Theres also a heartbreaking scene wherein Steve reaches a barrel of water on his wanderings and sees his reflection that makes him cry out and place his head in his heads.
This film also possesses a scene which is the hallmark of a really fucked up movie- someone runs through glass. A nurse runs through a plate glass door after seeing Steve’s face when he removes his bandages for the first time. If this ‘running/throwing yourself through glass’ scene is in a film you know its special and that you’re watching high art. The scene appears twice in Texas Chain Saw Massacre (1974), twice in Friday the 13th: The Final Chapter (1984) and once in Halloween 2 (1981)- all great, fucked up pieces of cinema.
Any film that features the lead character melt in a great big pool of ooze at the end and is then seen being swept up and placed into a trash can by a janitor is A-OK with me.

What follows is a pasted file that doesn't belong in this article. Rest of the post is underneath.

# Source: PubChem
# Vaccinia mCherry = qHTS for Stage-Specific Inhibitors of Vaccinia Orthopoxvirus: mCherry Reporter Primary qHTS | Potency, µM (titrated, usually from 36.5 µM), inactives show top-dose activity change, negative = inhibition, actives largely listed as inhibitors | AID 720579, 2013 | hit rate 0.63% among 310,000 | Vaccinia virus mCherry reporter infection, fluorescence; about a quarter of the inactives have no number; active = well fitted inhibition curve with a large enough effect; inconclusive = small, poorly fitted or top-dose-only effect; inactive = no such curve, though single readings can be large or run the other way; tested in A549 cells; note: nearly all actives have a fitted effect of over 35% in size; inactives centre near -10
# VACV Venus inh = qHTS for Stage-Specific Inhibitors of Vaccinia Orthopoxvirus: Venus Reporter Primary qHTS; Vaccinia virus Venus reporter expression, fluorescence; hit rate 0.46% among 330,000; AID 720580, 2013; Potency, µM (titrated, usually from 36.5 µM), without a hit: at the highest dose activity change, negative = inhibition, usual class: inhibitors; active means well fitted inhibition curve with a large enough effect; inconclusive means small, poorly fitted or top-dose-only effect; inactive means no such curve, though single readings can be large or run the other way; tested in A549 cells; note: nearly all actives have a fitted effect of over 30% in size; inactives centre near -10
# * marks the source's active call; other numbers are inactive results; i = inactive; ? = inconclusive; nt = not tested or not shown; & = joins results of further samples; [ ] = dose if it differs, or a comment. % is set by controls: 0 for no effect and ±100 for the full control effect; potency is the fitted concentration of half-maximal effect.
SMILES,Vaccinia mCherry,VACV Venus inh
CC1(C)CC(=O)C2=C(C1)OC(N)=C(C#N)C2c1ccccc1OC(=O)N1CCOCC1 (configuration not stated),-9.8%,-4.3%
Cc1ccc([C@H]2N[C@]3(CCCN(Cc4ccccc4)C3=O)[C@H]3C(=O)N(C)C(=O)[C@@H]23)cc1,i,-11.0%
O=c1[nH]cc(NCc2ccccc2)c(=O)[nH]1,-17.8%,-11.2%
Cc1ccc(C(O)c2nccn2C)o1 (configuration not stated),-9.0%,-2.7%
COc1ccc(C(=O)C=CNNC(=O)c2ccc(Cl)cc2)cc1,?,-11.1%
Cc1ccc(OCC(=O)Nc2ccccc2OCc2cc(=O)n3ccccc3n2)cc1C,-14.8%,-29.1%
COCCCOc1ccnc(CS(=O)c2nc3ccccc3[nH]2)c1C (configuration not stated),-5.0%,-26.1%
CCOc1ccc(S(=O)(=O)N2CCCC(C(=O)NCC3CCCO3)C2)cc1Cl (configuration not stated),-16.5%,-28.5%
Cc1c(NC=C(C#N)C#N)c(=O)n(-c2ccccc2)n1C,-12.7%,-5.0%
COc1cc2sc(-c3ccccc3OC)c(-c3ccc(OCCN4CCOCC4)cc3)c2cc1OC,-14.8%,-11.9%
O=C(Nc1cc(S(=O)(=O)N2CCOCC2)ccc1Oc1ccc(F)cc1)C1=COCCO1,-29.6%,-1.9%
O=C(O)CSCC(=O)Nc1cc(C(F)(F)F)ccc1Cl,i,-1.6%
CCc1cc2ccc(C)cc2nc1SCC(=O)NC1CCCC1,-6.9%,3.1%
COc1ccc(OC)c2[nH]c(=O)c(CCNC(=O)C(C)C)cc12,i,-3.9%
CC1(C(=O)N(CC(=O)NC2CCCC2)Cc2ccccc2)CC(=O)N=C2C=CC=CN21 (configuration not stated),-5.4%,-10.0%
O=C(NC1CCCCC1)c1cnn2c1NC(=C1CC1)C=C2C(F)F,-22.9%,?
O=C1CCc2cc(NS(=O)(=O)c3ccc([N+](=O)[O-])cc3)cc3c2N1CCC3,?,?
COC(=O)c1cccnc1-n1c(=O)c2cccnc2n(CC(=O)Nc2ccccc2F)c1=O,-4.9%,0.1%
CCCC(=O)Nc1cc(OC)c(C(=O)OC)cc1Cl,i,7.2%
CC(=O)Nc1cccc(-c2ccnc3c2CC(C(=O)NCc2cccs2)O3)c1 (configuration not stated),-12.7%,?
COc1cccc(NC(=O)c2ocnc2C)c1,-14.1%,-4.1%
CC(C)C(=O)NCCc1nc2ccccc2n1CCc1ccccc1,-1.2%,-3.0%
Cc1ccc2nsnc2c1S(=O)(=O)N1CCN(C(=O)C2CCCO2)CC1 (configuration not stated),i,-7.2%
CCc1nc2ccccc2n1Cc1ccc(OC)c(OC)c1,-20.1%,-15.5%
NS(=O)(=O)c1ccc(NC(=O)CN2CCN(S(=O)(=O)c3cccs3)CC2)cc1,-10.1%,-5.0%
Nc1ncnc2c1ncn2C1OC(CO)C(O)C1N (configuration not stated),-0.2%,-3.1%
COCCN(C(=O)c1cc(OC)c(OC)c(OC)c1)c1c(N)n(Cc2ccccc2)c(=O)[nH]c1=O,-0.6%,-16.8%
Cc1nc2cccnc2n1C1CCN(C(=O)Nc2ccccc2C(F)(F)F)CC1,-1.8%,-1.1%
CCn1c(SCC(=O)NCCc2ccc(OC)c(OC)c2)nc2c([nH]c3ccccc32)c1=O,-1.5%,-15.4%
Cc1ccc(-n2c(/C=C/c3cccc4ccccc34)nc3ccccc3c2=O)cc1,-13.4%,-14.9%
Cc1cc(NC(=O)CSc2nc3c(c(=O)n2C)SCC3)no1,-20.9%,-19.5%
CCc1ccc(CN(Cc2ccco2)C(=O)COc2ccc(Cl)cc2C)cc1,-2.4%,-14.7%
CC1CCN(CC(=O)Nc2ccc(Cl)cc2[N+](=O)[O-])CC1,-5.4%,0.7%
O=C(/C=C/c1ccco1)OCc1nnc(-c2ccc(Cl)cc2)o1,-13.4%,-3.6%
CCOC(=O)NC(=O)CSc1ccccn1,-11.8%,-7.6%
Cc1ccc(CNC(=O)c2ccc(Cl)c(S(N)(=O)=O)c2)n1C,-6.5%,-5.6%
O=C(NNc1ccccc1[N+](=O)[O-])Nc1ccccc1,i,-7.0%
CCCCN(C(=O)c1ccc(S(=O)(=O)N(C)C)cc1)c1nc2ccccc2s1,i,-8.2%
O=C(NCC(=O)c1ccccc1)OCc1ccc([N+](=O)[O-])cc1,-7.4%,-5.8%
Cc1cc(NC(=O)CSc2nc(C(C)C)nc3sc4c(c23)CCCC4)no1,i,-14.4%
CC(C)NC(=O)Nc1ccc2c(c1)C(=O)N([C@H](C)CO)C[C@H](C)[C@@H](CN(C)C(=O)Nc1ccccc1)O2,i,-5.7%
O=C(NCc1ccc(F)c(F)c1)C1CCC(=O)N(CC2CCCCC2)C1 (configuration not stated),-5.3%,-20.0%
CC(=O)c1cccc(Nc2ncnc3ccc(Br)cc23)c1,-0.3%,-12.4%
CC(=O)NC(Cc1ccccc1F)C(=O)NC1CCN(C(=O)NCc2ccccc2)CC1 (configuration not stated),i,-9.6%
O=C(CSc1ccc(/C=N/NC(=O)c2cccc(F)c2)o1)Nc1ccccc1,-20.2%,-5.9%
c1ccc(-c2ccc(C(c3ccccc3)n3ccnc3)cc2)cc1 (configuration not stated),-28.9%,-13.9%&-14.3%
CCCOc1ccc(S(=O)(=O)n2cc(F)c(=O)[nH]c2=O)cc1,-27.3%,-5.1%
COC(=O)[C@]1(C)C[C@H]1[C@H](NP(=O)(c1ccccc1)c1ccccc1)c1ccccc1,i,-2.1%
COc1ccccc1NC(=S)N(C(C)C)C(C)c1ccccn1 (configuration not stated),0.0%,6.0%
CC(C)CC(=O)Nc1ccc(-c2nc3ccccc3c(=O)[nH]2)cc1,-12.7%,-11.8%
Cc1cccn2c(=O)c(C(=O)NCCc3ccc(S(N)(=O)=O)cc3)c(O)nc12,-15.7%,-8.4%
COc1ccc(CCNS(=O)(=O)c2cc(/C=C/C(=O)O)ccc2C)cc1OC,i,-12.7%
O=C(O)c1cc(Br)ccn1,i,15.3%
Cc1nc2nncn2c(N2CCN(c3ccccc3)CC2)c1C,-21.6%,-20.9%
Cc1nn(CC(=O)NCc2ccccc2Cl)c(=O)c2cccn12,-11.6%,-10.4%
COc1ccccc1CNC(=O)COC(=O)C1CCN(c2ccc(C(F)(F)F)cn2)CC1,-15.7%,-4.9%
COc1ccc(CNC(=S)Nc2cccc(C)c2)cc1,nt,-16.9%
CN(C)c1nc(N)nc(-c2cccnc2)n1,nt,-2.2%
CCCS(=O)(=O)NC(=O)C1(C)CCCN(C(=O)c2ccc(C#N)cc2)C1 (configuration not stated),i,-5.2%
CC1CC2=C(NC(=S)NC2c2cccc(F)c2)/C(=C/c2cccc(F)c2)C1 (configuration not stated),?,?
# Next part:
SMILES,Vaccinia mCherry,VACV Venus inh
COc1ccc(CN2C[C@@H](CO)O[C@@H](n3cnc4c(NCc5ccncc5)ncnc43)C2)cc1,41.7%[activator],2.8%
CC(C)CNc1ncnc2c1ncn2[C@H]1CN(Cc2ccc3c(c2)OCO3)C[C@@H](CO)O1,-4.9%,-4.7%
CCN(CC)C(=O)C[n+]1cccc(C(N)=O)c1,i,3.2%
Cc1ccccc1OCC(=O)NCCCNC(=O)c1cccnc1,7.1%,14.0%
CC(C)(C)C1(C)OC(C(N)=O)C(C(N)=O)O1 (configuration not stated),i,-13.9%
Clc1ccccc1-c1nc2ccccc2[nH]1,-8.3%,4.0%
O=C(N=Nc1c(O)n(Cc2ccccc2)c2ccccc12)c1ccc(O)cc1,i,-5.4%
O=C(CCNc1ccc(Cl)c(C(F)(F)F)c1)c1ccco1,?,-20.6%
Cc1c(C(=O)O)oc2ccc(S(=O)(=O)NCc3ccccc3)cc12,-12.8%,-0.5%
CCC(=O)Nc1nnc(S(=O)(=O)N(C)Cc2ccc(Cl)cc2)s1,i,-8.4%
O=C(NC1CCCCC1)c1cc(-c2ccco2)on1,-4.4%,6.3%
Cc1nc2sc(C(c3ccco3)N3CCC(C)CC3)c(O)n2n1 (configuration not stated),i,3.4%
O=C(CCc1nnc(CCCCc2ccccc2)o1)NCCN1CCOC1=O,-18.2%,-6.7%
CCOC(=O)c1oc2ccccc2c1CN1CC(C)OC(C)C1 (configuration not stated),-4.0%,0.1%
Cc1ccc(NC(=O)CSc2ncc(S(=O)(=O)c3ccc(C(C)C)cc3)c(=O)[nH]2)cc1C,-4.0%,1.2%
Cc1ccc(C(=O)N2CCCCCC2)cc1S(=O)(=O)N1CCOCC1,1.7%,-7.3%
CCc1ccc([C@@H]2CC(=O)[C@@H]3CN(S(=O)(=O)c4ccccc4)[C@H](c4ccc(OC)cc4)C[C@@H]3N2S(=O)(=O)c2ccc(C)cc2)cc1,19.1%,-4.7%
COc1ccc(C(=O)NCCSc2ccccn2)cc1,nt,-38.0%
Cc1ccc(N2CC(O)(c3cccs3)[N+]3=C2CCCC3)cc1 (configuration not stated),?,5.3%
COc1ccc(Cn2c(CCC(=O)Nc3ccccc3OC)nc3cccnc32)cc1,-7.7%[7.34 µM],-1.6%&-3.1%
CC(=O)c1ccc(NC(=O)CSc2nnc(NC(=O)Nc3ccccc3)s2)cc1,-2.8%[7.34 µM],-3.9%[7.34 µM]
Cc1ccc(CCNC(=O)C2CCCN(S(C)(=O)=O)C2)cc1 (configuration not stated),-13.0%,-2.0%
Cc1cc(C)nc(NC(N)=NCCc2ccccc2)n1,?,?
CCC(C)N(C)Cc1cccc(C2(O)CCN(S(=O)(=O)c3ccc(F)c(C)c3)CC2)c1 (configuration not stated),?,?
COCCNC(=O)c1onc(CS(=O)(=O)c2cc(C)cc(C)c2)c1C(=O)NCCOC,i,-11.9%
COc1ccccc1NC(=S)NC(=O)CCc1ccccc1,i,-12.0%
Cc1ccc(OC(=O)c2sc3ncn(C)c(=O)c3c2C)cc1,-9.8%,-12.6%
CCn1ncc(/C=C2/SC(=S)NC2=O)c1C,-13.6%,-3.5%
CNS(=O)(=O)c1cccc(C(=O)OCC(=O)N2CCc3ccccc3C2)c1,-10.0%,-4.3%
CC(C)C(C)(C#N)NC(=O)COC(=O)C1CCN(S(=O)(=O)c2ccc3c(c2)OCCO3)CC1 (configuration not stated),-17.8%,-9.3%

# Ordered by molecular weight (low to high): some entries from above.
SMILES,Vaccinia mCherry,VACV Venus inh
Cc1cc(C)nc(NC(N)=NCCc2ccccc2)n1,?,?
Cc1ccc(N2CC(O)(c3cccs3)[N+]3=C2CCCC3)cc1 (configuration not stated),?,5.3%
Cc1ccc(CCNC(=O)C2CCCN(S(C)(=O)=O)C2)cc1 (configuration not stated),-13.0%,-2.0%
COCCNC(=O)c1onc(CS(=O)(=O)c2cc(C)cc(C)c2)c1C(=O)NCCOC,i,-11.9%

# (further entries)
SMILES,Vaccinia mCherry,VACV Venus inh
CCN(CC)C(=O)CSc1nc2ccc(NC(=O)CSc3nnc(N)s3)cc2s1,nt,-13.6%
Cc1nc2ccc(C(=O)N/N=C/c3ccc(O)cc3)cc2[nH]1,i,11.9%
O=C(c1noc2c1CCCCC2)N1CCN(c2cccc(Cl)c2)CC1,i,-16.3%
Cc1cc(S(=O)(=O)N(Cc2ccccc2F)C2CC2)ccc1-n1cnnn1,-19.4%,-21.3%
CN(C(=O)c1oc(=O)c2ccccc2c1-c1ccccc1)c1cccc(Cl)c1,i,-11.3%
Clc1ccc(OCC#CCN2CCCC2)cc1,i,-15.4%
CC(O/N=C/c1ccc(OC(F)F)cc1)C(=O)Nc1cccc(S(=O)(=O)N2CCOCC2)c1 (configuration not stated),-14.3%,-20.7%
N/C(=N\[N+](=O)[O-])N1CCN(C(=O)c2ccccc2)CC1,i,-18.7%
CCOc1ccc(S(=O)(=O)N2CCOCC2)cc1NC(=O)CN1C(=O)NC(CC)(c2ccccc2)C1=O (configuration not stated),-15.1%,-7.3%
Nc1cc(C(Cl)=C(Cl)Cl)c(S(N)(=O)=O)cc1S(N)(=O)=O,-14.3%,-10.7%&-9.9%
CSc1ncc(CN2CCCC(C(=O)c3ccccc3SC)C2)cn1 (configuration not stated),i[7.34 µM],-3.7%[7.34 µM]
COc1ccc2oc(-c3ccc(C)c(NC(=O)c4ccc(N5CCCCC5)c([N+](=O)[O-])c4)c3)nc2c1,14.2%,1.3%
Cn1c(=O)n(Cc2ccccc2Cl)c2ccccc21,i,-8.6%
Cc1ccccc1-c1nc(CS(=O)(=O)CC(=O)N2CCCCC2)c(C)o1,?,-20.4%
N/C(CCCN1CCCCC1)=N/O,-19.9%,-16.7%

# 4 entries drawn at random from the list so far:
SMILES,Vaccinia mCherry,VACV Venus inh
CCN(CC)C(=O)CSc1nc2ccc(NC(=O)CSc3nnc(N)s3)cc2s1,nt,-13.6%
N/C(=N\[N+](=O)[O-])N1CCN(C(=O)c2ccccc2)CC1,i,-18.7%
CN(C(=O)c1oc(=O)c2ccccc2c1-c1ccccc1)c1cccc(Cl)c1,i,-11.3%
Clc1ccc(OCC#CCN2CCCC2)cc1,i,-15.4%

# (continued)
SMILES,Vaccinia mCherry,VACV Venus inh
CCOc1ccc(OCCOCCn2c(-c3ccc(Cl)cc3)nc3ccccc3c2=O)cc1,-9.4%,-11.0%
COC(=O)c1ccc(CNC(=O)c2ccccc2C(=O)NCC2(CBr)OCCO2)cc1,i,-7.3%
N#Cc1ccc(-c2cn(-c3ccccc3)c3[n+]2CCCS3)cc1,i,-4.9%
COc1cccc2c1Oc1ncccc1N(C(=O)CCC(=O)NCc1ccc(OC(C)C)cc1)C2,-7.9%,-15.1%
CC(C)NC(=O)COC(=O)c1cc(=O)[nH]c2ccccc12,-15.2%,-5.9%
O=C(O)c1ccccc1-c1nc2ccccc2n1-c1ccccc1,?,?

The next time someone tells you that The Incredible Melting Man is one of the worst movies ever made tell them to fuck off. They wouldn’t know great entertainment if they fell over it.
A gorgeous slice of Ozploitation that is extremely well made, acted and written. A young man named Patrick is in a coma after killing his parents three years earlier. A new nurse named Kathie has been assigned to tend to him and they strike up a relationship through a typewriter that Patrick can telekinetically control and through the only bodily function that Patrick can control- his ability to spit (one for yes, two for no). Strange things start to happen in Kathie’s life regarding the husband shes recently separated from and the doctor shes just started seeing. Could Patrick be responsible?
I love a movie in which the lead character is in a coma but strangely gives a great performance in that state. In fact all of the cast are great and if you’re a fan of Australian TV then you should be able to recognise most of the actors. I recognised the actors who played Captain Barton the Salvo Army man, Evelyn Randell and Irene Zervos from Prisoner Cell Block H.
The setting of the sinister hospital wouldn’t be out of place in an early Cronenberg film. The building seems to constitute another character in this film and a very foreboding one.
This is a favourite film of Quentin Tarantino, fact fans.